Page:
Figure 2.

Representative MPLSM images at a two-photon excitation wavelength of 780 nm of tissues diagnosed as normal (A), moderate dysplasia (B), CIS (C), nonpapillary SCC (D), and papillary SCC (E). The images in the figure were corrected for the two-photon excitation peak power at the sample; thus, the fluorescence intensities in A to E can be compared (fluorescence intensity was pseudocolored, see calibration bar). The top image in the montage is at the surface of the tissue and each subsequent image in the montage represents a 10-μm z step, with the final image in the montage at a depth of 40 μm below the tissue surface. Bar, 30 μm.

Figure 2.

Representative MPLSM images at a two-photon excitation wavelength of 780 nm of tissues diagnosed as normal (A), moderate dysplasia (B), CIS (C), nonpapillary SCC (D), and papillary SCC (E). The images in the figure were corrected for the two-photon excitation peak power at the sample; thus, the fluorescence intensities in A to E can be compared (fluorescence intensity was pseudocolored, see calibration bar). The top image in the montage is at the surface of the tissue and each subsequent image in the montage represents a 10-μm z step, with the final image in the montage at a depth of 40 μm below the tissue surface. Bar, 30 μm.

Close modal

Morphologically, all normal samples were similar. In the representative normal sample shown in Fig. 2A, the surface keratin layer is characterized by bright, diffuse fluorescence. The underlying epithelium (starting at 10-μm depth) has several layers of cells containing dark nuclei surrounded by bright cytoplasmic fluorescence. The nuclear density (and the nuclear-to-cytoplasmic ratio) increases with depth in the epithelium. The stroma can be identified by the fluorescence/second-harmonic generation from fibrillar collagen below the basal cells (40-μm depth).

Unlike in normal tissue (Fig. 2A), the nuclear density in precancerous tissues (dysplasia, Fig. 2B, CIS (Fig. 2C) and cancerous tissues (nonpapillary SCC, Fig. 2D; papillary SCC, Fig. 2E) varies minimally with depth. In addition, the precancerous and cancerous samples generally show increased keratin and epithelial layer thickness relative to normal tissues. These morphologic changes are consistent with those identified with the gold standard, histopathology (7). Keratin layer fluorescence is weak in precancerous tissues and nonuniform in cancerous tissues compared with that in normal tissues. Epithelial cellular fluorescence becomes progressively weaker and more perinuclear in precancerous and cancerous tissues when compared with normal tissues. White et al. found “perinuclear aggregates of mitochondria” with neoplastic progression using sectioned tissues from the hamster cheek pouch viewed under an electron microscope (7). This suggests that the perinuclear fluorescence seen in these images is likely due to NADH from perinuclear mitochondria.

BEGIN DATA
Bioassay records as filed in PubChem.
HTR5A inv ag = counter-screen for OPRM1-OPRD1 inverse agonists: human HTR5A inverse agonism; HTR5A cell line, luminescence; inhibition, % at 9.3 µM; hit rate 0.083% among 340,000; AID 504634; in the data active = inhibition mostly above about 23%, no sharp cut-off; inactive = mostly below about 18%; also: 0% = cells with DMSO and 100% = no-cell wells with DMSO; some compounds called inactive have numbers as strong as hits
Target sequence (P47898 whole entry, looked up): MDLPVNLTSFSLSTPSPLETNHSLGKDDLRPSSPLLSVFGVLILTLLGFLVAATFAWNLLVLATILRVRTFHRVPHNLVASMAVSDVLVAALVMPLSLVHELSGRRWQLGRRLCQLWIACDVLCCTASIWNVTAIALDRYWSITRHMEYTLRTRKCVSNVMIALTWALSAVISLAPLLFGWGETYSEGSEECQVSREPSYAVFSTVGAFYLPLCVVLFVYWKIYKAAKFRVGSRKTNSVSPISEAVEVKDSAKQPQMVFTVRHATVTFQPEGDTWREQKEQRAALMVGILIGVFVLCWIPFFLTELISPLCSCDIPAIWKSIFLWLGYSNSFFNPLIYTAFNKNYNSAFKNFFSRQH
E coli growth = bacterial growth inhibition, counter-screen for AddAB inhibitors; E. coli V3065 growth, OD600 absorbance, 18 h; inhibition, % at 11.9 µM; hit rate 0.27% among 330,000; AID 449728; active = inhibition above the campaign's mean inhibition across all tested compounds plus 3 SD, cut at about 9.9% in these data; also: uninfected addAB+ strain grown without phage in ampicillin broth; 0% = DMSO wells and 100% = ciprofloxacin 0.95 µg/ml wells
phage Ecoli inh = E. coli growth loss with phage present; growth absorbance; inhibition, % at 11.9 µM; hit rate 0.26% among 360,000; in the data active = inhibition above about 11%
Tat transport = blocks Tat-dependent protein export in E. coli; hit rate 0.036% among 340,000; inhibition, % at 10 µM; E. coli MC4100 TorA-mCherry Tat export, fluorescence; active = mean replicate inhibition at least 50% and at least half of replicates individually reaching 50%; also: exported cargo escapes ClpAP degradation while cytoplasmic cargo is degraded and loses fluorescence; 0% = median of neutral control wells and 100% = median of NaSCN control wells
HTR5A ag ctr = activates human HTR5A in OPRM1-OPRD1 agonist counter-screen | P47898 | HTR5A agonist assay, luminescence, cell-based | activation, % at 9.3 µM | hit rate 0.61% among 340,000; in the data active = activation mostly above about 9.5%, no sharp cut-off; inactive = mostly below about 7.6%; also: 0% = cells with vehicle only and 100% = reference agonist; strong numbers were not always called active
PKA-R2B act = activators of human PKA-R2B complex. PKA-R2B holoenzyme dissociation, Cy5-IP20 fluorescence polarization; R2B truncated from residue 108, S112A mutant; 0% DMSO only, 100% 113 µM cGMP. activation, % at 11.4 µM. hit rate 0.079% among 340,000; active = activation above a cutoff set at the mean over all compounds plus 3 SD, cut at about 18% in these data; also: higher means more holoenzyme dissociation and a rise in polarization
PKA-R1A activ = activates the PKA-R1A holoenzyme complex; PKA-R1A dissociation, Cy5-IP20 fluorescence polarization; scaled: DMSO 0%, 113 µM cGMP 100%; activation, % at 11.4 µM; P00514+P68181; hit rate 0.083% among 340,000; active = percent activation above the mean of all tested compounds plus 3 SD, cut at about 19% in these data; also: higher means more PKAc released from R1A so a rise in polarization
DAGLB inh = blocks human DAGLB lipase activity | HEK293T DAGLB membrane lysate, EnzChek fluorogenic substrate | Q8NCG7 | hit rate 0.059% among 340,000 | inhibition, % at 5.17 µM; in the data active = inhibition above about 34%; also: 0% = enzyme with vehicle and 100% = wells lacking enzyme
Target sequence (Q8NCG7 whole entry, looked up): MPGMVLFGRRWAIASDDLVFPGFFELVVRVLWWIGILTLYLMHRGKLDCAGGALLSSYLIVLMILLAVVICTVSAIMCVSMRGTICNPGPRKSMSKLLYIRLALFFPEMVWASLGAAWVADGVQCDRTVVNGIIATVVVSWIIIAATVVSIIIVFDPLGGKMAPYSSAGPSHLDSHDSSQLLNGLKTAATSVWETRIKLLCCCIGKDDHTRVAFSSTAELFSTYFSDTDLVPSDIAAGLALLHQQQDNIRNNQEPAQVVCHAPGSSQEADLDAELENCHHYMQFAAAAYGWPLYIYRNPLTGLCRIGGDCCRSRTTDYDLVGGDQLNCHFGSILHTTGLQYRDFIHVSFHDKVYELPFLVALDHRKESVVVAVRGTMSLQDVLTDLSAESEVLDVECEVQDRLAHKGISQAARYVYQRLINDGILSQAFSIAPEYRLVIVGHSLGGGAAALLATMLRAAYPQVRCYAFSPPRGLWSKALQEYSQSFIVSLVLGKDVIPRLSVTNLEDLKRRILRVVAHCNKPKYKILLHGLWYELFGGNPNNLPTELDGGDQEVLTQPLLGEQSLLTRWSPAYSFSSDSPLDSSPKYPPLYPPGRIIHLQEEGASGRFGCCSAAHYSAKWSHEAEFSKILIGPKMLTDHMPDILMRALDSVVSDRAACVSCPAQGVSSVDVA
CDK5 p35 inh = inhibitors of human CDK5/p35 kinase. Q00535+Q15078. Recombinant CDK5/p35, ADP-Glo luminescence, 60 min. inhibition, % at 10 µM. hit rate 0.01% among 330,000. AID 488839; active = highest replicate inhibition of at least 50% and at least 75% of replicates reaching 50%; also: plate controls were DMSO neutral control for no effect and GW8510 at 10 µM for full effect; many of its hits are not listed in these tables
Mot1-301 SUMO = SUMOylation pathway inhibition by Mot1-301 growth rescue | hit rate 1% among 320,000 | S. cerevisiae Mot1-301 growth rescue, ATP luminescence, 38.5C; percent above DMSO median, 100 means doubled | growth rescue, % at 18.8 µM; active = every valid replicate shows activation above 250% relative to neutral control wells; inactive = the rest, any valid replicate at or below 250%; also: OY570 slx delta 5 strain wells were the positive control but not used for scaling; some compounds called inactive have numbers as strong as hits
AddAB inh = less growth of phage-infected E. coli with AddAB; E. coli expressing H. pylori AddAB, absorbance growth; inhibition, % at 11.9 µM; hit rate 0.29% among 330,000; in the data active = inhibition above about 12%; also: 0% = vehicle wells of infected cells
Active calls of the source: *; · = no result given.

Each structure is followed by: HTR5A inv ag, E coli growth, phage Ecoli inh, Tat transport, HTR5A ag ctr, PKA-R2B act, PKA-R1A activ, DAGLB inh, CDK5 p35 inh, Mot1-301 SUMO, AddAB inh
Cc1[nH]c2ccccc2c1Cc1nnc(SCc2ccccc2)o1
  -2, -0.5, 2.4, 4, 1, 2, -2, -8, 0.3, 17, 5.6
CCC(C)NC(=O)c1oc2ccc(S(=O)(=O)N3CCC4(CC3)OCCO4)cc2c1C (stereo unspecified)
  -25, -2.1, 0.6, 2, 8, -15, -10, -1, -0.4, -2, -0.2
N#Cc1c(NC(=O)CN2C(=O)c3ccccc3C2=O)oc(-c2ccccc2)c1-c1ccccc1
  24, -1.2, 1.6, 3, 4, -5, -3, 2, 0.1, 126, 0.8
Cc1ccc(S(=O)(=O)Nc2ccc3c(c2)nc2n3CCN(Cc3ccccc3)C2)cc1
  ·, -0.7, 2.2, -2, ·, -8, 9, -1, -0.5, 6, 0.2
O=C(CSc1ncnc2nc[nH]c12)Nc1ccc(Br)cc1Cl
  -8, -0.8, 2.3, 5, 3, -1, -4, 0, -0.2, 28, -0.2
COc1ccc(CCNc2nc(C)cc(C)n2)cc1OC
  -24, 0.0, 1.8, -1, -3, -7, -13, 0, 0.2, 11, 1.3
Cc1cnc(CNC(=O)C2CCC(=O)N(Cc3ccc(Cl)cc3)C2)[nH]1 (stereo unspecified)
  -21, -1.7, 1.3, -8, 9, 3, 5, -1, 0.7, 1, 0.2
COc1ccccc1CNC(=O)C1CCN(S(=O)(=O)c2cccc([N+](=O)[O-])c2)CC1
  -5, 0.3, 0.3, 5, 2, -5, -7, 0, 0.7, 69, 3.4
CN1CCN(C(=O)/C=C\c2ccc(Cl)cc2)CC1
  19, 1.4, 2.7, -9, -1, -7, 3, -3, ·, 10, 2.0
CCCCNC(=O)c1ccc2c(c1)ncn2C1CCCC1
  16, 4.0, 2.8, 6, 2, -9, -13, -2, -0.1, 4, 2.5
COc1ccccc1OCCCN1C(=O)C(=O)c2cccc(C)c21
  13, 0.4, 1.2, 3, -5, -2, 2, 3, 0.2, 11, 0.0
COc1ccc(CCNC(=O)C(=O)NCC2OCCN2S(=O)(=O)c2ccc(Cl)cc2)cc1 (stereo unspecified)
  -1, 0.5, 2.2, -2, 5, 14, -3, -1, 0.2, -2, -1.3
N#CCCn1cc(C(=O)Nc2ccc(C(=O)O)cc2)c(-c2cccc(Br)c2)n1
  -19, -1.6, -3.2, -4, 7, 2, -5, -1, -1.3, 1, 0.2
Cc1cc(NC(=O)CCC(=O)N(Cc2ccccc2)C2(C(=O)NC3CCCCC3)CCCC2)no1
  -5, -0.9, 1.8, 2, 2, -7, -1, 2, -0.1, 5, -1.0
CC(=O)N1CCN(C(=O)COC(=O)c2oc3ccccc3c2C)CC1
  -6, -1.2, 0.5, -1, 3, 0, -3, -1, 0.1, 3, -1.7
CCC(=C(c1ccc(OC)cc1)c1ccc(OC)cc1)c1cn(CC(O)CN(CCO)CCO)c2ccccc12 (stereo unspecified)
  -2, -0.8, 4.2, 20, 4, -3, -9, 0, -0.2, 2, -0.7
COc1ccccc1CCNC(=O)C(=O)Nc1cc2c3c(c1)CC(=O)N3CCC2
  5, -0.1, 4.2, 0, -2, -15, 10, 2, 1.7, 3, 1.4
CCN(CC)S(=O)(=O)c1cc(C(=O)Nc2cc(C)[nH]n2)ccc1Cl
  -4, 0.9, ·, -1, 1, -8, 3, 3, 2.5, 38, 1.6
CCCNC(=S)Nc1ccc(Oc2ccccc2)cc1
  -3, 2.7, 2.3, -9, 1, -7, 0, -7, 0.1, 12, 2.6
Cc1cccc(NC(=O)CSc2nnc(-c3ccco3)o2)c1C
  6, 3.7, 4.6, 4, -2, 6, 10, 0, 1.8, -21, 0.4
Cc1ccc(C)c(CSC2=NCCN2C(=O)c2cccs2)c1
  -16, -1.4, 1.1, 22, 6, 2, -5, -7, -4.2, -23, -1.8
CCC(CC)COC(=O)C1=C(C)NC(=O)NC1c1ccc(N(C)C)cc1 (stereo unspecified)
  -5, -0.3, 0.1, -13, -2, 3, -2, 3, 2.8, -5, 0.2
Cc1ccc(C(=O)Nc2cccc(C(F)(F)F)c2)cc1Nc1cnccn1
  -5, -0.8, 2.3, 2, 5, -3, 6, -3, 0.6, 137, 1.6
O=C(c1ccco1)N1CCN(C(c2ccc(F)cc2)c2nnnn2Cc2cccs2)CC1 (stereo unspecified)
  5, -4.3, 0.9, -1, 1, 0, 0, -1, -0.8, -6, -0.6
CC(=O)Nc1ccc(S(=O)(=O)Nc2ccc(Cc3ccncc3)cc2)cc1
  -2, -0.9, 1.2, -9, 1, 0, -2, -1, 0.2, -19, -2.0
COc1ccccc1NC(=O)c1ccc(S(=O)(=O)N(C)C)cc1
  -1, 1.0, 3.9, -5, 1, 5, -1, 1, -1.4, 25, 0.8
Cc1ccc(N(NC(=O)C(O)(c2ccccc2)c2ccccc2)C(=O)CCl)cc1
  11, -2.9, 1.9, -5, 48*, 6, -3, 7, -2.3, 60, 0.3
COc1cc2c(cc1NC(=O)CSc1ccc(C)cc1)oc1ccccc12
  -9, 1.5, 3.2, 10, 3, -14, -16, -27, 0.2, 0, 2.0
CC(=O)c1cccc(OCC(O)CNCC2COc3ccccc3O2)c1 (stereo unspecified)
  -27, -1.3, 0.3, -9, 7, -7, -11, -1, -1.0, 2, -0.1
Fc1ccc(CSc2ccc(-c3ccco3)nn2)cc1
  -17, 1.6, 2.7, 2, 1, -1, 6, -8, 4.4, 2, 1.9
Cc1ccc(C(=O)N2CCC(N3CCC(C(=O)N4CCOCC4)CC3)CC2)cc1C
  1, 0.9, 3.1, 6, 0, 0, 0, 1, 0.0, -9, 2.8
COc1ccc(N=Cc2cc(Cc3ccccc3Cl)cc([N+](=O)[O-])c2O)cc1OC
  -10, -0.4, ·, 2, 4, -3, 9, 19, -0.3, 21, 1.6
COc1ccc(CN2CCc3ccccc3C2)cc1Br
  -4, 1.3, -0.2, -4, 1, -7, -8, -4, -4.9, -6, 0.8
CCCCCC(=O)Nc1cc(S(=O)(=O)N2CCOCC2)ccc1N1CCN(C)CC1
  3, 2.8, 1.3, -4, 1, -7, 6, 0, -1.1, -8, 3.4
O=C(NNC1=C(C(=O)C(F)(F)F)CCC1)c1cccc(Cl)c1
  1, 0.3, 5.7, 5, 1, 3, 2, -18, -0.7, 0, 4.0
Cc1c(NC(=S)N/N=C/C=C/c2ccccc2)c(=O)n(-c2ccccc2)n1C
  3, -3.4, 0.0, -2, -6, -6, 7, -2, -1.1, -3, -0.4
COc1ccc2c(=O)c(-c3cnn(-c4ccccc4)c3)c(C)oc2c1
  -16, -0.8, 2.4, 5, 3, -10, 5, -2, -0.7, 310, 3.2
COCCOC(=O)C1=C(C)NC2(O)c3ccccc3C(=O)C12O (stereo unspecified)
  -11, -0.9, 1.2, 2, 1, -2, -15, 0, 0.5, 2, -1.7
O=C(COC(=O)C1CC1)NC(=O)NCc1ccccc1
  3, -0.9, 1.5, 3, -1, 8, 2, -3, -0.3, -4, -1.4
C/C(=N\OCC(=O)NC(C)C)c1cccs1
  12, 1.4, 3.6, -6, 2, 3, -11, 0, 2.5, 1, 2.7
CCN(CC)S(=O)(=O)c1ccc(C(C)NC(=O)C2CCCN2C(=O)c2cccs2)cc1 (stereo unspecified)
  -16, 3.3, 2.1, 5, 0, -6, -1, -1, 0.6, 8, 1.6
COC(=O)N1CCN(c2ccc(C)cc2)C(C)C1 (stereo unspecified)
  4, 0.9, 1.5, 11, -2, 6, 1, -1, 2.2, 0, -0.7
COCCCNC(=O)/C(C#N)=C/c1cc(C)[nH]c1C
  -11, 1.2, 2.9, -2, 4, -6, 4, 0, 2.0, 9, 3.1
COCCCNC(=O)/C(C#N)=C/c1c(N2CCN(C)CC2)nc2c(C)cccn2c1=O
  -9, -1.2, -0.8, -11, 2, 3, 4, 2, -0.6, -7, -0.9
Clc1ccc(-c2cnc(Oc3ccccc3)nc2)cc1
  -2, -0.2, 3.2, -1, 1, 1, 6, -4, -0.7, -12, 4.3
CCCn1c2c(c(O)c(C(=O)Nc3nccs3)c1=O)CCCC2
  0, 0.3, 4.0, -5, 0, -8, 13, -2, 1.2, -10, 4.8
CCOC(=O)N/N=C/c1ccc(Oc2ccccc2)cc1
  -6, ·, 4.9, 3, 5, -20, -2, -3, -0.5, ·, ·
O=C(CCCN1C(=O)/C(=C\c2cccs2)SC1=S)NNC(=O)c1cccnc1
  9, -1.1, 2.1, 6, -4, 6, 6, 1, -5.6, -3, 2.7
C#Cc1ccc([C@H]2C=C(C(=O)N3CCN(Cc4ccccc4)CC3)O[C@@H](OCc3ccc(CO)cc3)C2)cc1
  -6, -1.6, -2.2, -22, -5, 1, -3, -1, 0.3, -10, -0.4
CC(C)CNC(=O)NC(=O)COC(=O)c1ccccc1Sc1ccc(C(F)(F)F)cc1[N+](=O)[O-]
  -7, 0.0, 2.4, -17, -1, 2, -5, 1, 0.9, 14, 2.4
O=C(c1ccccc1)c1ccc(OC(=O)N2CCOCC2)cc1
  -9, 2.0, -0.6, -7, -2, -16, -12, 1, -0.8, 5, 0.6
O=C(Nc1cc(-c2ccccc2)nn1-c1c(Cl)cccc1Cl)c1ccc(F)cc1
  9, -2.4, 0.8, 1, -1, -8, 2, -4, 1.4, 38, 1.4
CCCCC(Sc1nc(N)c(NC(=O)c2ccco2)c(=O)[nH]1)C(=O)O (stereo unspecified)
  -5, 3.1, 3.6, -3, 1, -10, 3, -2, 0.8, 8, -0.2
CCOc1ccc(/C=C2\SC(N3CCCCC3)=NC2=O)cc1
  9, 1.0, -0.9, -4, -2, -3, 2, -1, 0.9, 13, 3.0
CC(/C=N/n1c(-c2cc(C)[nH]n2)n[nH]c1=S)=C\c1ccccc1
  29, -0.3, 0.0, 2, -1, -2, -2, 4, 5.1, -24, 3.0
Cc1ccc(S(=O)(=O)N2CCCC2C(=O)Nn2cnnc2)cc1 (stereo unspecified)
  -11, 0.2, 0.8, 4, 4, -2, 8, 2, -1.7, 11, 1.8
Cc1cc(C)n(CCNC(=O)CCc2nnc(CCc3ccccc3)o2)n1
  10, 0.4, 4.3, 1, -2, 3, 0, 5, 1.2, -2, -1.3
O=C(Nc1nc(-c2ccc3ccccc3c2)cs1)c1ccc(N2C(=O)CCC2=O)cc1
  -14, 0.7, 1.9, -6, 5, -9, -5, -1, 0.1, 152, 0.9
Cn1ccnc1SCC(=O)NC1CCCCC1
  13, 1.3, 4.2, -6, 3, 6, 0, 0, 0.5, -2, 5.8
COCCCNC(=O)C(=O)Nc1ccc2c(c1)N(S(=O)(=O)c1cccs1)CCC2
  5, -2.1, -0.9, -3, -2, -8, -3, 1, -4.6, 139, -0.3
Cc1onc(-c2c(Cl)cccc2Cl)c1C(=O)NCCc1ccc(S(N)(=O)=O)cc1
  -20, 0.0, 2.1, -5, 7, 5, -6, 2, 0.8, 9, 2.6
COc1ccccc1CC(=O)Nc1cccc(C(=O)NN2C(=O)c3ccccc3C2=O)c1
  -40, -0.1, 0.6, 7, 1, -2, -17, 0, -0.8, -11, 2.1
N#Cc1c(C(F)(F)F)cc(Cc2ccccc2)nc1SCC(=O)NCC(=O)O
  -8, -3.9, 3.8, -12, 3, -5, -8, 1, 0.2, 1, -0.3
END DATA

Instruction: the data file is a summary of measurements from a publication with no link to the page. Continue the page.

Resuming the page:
Morphologic and Fluorescence Intensity Differences between Normal and Neoplastic Epithelial Tissues Can Be Quantified Using Multiphoton Laser Scanning Microscopy. Three of the morphologic features that were qualitatively found to differentiate normal and neoplastic tissues were quantified to determine whether these morphologic features were statistically different between normal and neoplastic tissues. The three morphologic variables that were quantified from the MPLSM images were changes in nuclear density with depth, keratin layer thickness, and epithelial layer thickness. The nuclear density ratio was used to describe the change in nuclear density with depth. A nuclear density ratio equal to one indicates no change in nuclear density with depth, a nuclear density ratio greater than one indicates a decrease in nuclear density with depth, and a nuclear density ratio less than one indicates an increase in nuclear density with depth. The average fluorescence per voxel of the keratin and epithelial layers was also quantified from the MPLSM images. For simplicity, these two variables will be referred to as keratin fluorescence and epithelial fluorescence, respectively.

Table 1 shows the average and SD of each of the morphologic and fluorescence intensity variables for normal, dysplastic, CIS, and SCC samples. The average nuclear density ratio for the normal samples is less than unity, indicating that their nuclear density increases with depth. The average nuclear density ratio of the dysplastic, CIS, nonpapillary SCC and papillary SCC samples are close to unity indicating that their nuclear density varies minimally with depth. The average and SD of the keratin and epithelial layer thicknesses in the normal samples is 16 ± 4 and 23 ± 5 μm, respectively, indicating that depth measurements of the keratin/epithelial layer interface and the epithelial/stromal layer interface were fairly consistent between normal samples. The average keratin thickness tends to increase as epithelial tissues progress from a normal to precancerous to cancerous state. The average epithelial thickness increases as tissue progresses from a normal to dysplastic to CIS state. The thickness of the epithelial layer in the SCCs is comparable to that in dysplastic tissues. The average keratin fluorescence is dramatically decreased in dysplasia and CIS, but not as low in the nonpapillary and papillary SCCs when compared with normal tissue. The average epithelial fluorescence is decreased in all the precancerous and cancerous tissues compared with that in normal tissue.

Table 1.

Quantitative variables for differentiating normal, precancerous, and cancerous epithelial tissues with MPLSM

Morphologic variables